Additionally, a non-Christian friend posted a list of fifty-four bible verses that deal with helping “aliens” and “strangers.” Listed in chronological order, he presumably googled “alien, bible verses,” and dumped everything he found into a Facebook post.
Let’s forget the fallacious argumentation for a moment. Forget Ranfeld’s assertion regarding the “rigorous checks” to which we would subject refugees. When the FBI, as well as the head of the House Homeland Security Committee, voice concern, flatly stating we’d be fine because of rigorous checks is a severe overreach. There is extraordinary uncertainty regarding the vetting process.
Forget the false dilemma Ranfeld presents, in which she claims we either bring refugees to the United States, or we leave them to die in Syria. There are certainly more options, not the least of which is resettlement elsewhere. There are numerous Gulf states, including Saudi Arabia, Kuwait, Bahrain, Qatar, Oman and the UAE, who have taken few to no refugees, and whose culture and languages are much more closely related to the Syrians.
There’s one point that blows up the Good Samaritan comparison. Governors–not to mention the president–have a primary duty. They must do everything they can to safeguard the lives of their constituents. They are the guardians. It isn’t for his or her own benefit that a governor would refuse to accept Syrian refugees, it’s for the benefit of the millions of people who live in his or her state.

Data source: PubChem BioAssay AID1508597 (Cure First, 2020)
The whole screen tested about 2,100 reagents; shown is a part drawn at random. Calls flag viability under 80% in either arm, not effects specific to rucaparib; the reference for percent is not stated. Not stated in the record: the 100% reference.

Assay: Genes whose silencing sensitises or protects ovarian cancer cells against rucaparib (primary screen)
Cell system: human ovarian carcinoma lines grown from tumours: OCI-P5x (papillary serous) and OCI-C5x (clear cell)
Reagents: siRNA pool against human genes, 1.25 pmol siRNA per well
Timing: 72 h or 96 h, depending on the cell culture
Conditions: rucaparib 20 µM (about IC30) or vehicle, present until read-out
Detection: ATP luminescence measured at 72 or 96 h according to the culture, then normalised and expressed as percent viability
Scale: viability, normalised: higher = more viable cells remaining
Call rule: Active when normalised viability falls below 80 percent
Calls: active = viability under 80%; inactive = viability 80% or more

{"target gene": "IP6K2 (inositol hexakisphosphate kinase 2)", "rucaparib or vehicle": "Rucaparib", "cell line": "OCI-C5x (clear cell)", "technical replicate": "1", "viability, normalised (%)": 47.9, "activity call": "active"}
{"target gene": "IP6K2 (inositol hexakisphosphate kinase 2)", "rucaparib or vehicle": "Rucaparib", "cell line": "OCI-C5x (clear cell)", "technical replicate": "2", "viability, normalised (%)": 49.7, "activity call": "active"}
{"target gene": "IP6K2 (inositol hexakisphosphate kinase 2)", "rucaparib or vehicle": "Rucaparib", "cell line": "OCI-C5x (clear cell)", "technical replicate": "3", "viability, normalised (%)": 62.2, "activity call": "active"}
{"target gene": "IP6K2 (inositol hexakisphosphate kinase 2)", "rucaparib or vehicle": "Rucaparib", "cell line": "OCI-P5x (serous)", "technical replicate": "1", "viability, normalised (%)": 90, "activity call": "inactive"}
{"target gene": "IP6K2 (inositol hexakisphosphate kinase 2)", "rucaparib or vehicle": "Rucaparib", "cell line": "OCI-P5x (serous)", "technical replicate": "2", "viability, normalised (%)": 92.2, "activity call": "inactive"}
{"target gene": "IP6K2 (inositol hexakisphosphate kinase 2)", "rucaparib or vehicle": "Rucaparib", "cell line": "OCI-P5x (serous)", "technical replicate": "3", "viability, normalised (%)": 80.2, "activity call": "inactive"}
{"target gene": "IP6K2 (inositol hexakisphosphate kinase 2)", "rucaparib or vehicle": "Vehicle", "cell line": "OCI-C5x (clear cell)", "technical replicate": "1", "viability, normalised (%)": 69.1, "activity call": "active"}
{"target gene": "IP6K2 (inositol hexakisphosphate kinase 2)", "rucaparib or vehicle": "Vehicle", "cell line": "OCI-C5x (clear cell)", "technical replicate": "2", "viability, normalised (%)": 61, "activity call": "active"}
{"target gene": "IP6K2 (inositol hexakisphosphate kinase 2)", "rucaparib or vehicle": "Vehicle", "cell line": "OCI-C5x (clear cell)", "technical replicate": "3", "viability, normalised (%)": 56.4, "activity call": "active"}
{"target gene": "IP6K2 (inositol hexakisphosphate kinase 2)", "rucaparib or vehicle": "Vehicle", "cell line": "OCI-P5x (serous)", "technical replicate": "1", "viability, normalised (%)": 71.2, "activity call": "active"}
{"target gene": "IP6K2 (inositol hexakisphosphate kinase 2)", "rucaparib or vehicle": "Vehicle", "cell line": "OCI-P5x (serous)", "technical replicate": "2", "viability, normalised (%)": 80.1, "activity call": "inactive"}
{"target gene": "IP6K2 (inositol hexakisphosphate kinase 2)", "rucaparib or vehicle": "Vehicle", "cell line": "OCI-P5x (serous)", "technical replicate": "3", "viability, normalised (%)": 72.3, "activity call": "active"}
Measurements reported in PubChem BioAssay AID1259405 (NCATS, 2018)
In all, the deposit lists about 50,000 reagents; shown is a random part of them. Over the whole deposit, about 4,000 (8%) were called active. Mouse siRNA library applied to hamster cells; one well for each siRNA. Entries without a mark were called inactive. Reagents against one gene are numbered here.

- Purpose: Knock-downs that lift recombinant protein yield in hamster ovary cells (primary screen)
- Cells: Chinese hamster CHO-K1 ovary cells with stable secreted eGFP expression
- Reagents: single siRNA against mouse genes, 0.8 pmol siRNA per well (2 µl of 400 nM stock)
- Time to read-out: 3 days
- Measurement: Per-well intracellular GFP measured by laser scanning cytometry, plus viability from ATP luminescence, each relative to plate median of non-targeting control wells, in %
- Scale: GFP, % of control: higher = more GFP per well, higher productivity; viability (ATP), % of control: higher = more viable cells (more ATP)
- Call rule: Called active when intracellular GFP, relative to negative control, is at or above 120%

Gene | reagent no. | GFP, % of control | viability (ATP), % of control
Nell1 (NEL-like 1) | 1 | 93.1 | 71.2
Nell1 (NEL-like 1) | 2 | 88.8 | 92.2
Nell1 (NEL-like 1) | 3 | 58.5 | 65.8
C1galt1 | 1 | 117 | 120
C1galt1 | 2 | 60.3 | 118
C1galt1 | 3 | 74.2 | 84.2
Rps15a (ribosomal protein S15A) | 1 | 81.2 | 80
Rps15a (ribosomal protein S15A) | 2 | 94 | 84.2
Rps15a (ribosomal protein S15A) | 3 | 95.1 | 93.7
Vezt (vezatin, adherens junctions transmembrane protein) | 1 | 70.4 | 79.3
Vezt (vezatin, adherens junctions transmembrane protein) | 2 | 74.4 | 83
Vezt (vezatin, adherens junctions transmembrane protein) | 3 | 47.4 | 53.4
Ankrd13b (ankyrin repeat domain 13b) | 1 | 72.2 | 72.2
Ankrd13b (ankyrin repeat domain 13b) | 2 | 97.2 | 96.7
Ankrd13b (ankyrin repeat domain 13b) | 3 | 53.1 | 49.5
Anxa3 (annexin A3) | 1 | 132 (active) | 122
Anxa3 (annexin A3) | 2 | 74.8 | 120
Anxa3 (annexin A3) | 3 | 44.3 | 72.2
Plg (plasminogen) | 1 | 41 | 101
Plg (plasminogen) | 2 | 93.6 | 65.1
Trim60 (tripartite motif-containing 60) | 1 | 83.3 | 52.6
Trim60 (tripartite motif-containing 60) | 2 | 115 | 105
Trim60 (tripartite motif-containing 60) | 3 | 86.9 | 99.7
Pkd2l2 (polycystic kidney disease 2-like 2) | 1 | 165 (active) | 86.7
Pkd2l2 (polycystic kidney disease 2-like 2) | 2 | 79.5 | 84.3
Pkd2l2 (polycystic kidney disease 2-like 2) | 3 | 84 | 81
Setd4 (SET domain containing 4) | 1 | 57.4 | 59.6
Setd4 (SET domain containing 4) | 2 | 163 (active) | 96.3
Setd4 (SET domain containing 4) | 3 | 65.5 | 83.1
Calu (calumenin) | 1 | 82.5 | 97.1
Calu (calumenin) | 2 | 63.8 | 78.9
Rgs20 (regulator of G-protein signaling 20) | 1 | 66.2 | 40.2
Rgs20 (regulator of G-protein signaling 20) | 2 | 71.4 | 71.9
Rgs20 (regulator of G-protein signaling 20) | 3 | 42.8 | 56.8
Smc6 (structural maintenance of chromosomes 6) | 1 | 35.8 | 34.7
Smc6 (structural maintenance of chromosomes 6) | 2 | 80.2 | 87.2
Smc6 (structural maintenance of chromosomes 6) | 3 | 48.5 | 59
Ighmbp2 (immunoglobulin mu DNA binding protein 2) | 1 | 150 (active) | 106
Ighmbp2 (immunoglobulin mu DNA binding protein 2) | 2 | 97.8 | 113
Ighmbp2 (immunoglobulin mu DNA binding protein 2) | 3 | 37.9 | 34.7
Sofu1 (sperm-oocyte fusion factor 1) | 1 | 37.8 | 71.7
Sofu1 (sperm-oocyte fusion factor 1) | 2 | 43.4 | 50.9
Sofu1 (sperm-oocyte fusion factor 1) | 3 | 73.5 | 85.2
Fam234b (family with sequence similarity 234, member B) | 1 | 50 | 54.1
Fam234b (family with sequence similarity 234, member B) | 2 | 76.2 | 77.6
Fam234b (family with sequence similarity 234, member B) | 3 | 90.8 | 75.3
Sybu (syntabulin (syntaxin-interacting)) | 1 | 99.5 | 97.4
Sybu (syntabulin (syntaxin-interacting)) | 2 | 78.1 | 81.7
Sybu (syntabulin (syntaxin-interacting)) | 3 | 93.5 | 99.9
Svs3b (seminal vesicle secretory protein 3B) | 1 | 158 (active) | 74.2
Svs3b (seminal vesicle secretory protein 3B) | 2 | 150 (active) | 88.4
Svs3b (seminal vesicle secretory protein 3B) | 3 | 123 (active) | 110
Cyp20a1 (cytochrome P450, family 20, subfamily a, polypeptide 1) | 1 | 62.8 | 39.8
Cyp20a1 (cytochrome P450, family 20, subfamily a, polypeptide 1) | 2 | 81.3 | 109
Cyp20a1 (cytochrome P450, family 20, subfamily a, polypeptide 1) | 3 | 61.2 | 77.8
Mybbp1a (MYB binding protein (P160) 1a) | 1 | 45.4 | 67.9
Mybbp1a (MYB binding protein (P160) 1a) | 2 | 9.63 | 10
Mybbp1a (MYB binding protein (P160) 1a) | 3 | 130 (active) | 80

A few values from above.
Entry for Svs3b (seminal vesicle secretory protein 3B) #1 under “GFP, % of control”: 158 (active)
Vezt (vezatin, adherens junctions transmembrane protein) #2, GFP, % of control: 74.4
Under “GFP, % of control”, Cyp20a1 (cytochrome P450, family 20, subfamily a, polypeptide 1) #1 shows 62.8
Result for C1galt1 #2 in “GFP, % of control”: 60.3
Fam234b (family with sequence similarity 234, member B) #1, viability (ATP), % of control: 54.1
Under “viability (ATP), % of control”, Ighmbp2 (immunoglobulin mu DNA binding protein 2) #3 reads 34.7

Allow me to draw a comparison.
A single mother, let’s call her Linda, lives with her three children. One day, her neighbor’s house catches fire. The neighbors are safe, but the house is destroyed. The family has nowhere to stay.
The family consists of a father, a mother, and two kids. They ask Linda if they can stay with her while their house is being rebuilt. For reasons unnecessary to this analogy, Linda has a well-founded and reasonable belief that the father of the family may be a danger to her children. At this point, there’s no way to prove if her belief is true. Though she hurts deeply for the family, her primary concern is for the safety of her own children.
What does Linda do? She has several options. She can allow the family to stay in her home, potentially endangering the lives of her children; she can offer the family money so that they can stay in a hotel; she can refer them to the home of a neighbor who doesn’t have children; or she can apologize and shut the door.
Would you say Linda is justified in not wanting to allow the family inside her home? Would you call that unchristian? Would you also allow that there are more than two options in this scenario, as there are in the case of Syrian refugees?
There’s a point at which “Christian kindness” must end, and that point is when there is a well-founded and reasonable suspicion that those to whom you’re offering kindness may be a threat to your life, and the lives of your loved ones. In the case of governors, their “loved ones” are the residents of their state.
I’m tired of people–specifically non-Christians who view the bible with contempt–using verses and portions of scripture to justify their arguments, and impugn the motivations of those with whom they disagree.
But sure, let’s be kind. When the bombs are going off, and blood is running in the gutters of Washington D.C. or New York City, you can say you were just trying to be kind.